Anti-GMO activist found dead in hotel pool, hours before planned delivery of 200,000 petition signatures to the EPA

Anti-GMO activist found dead in hotel pool, hours before planned delivery of 200,000 petition signatures to the EPA:

An activist who opposed genetically engineered mosquitoes has been found dead in the swimming pool of a Washington D.C. hotel, just hours before she was due to submit a petition with over 200,000 signatures to the EPA.

Derrick Broze of Activist Post has investigated the story and spoken to a close friend of the victim, whose name is Mila de Mier from Key West, Florida (see below).

The mysterious death has also been covered by WJLA, which reports:

The D.C. Fire Department says the reported incident happened at the Cambria Hotel & Suites Washington, D.C. Convention Center on 899 O Street, NW. They say they were called to the scene at around 9:35 a.m. Medical crews say they attempted to treat the victim but later pronounced her dead.

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US EPA Eased Dicamba Regulations Following Monsanto Research, Records Show

US EPA Eased Dicamba Regulations Following Monsanto Research, Records Show:

The U.S. Environmental Protection Agency lessened protections for crops and wildlife habitats after Monsanto supplied research that presented lower estimates of how far the weed killer dicamba can drift, according to a review of federal documents.

In its final report approving the usage of dicamba on soybeans, the agency expressed confidence that dicamba, new versions of which are made by Monsanto and German chemical company BASF, would not leave the field. The registration covered both herbicides, an EPA spokesperson said.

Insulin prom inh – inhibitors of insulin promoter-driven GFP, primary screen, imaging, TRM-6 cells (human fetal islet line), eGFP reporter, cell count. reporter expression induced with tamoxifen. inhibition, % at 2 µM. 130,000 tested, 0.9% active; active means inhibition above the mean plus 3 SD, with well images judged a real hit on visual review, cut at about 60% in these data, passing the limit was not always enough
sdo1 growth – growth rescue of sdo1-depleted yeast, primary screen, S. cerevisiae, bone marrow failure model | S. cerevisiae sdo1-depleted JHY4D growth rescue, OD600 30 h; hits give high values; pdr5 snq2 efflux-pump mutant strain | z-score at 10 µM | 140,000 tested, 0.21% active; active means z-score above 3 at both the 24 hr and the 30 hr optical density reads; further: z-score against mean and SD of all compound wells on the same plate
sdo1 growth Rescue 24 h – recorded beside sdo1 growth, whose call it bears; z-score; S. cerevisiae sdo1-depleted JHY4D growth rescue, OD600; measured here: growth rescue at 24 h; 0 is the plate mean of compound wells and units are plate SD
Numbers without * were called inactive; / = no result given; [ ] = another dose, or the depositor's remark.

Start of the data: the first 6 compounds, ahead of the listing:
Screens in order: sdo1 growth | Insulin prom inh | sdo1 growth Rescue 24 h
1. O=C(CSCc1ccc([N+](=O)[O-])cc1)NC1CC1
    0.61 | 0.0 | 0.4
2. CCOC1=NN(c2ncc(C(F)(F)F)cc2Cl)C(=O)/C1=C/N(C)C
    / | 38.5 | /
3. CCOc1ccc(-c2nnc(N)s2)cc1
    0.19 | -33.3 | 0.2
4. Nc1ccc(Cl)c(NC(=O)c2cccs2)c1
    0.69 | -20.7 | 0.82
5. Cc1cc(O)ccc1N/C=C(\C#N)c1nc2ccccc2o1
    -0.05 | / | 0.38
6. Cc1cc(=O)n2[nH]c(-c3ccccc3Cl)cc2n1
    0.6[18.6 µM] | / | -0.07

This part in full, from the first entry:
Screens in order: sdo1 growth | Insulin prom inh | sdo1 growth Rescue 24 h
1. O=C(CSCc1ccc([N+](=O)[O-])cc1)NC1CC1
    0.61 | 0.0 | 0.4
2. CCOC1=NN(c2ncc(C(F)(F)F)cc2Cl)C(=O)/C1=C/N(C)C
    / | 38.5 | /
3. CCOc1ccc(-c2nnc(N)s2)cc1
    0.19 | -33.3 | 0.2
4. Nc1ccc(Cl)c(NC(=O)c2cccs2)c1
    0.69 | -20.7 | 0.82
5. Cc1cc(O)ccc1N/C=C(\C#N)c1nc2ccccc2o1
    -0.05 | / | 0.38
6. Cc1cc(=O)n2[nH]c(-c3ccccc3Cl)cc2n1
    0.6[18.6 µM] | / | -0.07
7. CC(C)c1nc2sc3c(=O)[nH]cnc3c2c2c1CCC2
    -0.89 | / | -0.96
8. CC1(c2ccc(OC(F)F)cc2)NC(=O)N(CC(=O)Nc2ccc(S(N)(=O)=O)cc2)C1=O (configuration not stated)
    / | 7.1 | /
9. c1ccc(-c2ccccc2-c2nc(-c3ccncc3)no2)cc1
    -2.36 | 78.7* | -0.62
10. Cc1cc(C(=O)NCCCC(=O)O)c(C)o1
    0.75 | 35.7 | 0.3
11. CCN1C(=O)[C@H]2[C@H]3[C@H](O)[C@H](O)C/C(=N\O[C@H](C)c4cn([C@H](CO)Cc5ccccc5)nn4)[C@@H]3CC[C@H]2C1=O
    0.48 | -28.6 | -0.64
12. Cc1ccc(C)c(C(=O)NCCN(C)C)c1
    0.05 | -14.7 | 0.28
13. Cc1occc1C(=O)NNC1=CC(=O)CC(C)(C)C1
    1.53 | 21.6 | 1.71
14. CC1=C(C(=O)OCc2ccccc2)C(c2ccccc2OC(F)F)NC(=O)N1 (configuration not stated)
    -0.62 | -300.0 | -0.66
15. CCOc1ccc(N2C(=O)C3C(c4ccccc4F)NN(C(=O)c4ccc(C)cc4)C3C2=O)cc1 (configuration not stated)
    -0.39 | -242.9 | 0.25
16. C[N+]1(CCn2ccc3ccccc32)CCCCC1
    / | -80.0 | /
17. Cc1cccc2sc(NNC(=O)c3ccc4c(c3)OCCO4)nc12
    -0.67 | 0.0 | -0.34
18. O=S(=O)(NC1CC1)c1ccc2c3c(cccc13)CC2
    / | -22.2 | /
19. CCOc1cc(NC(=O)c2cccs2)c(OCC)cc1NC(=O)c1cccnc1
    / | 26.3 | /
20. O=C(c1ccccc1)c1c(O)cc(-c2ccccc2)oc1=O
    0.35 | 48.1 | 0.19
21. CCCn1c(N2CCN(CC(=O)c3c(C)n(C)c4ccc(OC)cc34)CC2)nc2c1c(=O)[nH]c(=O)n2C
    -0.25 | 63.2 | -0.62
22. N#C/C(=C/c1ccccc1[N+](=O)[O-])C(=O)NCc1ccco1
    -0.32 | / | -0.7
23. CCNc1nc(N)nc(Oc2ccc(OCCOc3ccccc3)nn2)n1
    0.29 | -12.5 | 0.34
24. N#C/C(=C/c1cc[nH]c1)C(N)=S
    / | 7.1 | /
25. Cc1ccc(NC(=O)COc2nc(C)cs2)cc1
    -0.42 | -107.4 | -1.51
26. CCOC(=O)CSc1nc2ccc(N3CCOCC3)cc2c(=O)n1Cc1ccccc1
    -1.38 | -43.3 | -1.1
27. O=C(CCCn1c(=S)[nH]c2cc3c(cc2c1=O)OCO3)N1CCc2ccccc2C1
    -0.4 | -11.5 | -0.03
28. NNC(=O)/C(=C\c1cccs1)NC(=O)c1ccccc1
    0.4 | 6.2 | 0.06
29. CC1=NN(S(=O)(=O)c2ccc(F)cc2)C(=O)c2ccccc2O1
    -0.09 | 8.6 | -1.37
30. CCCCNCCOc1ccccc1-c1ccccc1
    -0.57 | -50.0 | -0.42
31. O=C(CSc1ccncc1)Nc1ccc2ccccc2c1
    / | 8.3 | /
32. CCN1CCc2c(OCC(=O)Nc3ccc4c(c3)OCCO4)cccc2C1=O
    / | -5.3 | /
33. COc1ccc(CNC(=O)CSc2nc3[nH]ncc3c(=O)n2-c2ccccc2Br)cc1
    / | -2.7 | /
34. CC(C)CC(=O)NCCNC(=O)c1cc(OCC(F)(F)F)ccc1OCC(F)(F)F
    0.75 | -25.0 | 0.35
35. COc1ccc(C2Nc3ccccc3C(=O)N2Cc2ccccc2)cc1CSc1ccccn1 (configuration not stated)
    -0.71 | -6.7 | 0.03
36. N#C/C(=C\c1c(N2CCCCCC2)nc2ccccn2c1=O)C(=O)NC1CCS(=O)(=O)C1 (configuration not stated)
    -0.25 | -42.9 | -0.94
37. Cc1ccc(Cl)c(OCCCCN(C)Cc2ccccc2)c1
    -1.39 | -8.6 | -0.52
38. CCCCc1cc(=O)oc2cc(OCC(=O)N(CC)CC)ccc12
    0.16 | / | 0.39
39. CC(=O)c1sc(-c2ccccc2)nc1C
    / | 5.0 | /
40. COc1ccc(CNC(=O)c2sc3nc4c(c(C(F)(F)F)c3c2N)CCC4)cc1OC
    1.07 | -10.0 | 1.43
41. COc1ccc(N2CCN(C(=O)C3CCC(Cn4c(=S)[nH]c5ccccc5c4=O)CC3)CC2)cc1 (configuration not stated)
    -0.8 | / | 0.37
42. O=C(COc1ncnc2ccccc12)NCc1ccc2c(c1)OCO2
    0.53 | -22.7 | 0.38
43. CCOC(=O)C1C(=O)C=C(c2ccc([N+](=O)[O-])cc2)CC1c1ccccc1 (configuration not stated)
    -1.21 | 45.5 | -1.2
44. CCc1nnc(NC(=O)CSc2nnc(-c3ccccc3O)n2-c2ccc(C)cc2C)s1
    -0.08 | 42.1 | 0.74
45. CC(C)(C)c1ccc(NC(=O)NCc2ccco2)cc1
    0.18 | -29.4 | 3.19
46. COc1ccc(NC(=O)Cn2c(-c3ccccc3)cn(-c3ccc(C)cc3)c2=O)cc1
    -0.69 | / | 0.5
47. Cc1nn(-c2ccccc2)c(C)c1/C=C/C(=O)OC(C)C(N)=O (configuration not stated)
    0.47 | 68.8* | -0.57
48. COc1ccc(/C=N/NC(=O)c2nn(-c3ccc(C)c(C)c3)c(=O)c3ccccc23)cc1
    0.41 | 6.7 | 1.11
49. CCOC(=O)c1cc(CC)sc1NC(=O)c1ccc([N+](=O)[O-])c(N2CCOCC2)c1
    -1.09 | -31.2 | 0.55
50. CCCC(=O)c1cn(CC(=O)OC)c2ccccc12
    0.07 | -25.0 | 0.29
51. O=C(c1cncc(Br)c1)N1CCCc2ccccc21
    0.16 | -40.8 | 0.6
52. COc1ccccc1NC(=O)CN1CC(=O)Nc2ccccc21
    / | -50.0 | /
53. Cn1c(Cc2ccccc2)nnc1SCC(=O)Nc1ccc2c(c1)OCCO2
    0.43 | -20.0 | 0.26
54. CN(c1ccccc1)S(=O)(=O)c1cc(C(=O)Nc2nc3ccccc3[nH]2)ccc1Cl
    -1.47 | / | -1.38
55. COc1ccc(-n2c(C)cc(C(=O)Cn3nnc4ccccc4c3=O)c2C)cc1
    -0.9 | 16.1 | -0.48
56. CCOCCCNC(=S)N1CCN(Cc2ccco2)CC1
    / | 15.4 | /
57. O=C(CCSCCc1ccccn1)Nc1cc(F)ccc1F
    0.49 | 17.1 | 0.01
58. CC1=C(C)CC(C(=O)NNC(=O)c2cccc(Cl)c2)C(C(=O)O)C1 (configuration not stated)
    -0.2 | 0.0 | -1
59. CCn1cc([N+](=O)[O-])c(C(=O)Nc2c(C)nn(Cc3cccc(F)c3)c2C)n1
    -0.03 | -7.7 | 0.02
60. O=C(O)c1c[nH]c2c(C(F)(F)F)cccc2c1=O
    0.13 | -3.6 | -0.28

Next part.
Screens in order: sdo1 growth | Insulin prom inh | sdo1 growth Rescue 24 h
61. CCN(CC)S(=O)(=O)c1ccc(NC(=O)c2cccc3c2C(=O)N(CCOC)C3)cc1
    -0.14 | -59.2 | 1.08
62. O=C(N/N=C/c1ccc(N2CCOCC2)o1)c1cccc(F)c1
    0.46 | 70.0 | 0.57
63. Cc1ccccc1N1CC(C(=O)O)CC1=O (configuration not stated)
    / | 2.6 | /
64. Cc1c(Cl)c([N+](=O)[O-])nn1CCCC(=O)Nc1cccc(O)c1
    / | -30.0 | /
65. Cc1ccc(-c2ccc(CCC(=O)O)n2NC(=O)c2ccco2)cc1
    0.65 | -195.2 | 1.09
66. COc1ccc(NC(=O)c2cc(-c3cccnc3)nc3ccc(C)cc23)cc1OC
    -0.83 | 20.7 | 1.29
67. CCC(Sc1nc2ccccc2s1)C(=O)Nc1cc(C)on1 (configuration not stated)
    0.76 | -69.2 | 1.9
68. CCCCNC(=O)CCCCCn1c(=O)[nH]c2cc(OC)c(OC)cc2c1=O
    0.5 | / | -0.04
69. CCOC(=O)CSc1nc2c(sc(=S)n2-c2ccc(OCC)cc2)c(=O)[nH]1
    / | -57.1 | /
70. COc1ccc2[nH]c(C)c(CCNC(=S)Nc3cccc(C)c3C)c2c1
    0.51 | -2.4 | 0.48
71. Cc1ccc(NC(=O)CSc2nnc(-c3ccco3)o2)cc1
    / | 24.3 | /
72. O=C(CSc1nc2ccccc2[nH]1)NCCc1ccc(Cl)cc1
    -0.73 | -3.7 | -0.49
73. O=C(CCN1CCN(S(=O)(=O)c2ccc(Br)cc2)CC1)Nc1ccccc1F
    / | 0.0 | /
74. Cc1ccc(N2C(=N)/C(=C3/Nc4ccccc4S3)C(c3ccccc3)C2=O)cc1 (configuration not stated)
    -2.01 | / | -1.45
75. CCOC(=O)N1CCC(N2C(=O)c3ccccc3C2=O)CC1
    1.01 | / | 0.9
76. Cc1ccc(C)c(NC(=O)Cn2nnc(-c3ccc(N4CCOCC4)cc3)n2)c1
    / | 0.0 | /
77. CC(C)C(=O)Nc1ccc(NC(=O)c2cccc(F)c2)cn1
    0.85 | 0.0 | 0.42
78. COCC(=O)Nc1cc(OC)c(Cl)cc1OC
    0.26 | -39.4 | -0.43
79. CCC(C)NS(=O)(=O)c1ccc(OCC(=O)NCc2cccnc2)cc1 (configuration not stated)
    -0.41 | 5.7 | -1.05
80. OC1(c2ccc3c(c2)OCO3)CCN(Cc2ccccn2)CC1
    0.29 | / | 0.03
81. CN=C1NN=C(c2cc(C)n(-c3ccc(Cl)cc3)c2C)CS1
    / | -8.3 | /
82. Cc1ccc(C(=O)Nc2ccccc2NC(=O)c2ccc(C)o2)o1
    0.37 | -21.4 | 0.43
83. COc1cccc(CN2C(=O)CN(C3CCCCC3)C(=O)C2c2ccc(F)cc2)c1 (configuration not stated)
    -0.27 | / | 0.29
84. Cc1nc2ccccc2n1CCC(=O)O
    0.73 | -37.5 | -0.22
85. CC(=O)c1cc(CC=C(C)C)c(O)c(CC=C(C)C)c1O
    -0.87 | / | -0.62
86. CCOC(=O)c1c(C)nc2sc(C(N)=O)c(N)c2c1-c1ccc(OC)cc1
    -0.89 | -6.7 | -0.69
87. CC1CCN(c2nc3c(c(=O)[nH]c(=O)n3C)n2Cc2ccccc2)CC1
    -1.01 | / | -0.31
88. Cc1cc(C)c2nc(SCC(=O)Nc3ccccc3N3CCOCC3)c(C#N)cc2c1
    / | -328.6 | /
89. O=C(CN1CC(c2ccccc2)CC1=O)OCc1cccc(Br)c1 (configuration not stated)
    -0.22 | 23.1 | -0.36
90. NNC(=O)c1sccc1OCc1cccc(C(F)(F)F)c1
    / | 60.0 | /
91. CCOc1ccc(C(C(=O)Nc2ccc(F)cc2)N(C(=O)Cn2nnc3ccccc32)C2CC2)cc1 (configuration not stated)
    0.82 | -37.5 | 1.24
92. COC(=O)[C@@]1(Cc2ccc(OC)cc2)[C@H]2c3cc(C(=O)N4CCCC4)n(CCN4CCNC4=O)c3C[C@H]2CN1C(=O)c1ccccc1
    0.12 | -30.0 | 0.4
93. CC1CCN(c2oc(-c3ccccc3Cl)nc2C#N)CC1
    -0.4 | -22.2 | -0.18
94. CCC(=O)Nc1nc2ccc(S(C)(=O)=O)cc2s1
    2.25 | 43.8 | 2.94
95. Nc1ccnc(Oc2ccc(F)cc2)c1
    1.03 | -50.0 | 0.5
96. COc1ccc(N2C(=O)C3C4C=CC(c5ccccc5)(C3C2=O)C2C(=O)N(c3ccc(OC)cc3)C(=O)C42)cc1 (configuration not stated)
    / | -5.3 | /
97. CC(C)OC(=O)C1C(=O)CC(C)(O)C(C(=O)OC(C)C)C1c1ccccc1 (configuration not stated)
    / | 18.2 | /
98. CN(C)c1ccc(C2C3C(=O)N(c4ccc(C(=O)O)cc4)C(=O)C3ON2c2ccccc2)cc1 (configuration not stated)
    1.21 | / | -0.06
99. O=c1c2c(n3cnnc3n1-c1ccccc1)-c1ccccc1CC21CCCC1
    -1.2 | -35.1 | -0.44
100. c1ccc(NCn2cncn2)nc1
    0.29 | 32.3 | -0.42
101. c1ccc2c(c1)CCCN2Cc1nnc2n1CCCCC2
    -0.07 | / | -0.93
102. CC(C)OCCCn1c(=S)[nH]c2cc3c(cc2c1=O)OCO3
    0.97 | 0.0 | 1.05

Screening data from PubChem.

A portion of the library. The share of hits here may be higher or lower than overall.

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EPA Contradicts Its Own Research, Claims Roundup Poses No Risk to Humans

EPA Contradicts Its Own Research, Claims Roundup Poses No Risk to Humans:

On Monday, the U.S. Environmental Protection Agency issued a new report declaring that the weed killer glyphosate does not pose any meaningful risk to humans, but the report is not likely to end the debate over the safety of the world’s most widely used pesticide. The new report from the EPA is the latest in a string of conflicting reports from various health agencies around the world. Reuters first reported on the assessment:

“The EPA, in a draft risk assessment report issued on Monday, also said it found ‘no other meaningful risks to human health’ when glyphosate, the world’s biggest-selling weed killer, is used according to its label instructions.”

The EPA’s decision conflicts with a March 2015 report from the International Agency for Research on Cancer that found that glyphosate “probably” contributes to non-Hodgkin lymphoma in humans and classified it as a ‘Group 2A’ carcinogen. “There was sufficient evidence in animals, limited evidence in humans and strong supporting evidence showing DNA mutations and damaged chromosomes,” Aaron Blair, a scientist emeritus at the National Cancer Institute and lead author of the study, told Reuters at the time.

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US EPA to Consider Approving Spraying of Bee-Killing Pesticide on 165 Million Acres of Farmland

US EPA to Consider Approving Spraying of Bee-Killing Pesticide on 165 Million Acres of Farmland:

The U.S. Environmental Protection Agency (EPA) will consider allowing the bee-killing pesticide thiamethoxam to be sprayed on the most widely grown crops in the United States. The application, if approved, would allow the highly toxic pesticide to be sprayed directly on 165 million acres of wheat, barley, corn, sorghum, alfalfa, rice and potato.

The proposal by the agrochemical giant Syngenta to dramatically escalate use of the harmful neonicotinoid pesticide came last Friday, on the same day the EPA released new assessments of the extensive dangers posed by neonicotinoids, including thiamethoxam.

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Cities dumping human sewage on farm land across America is contaminating the food supply and destroying the ecosystem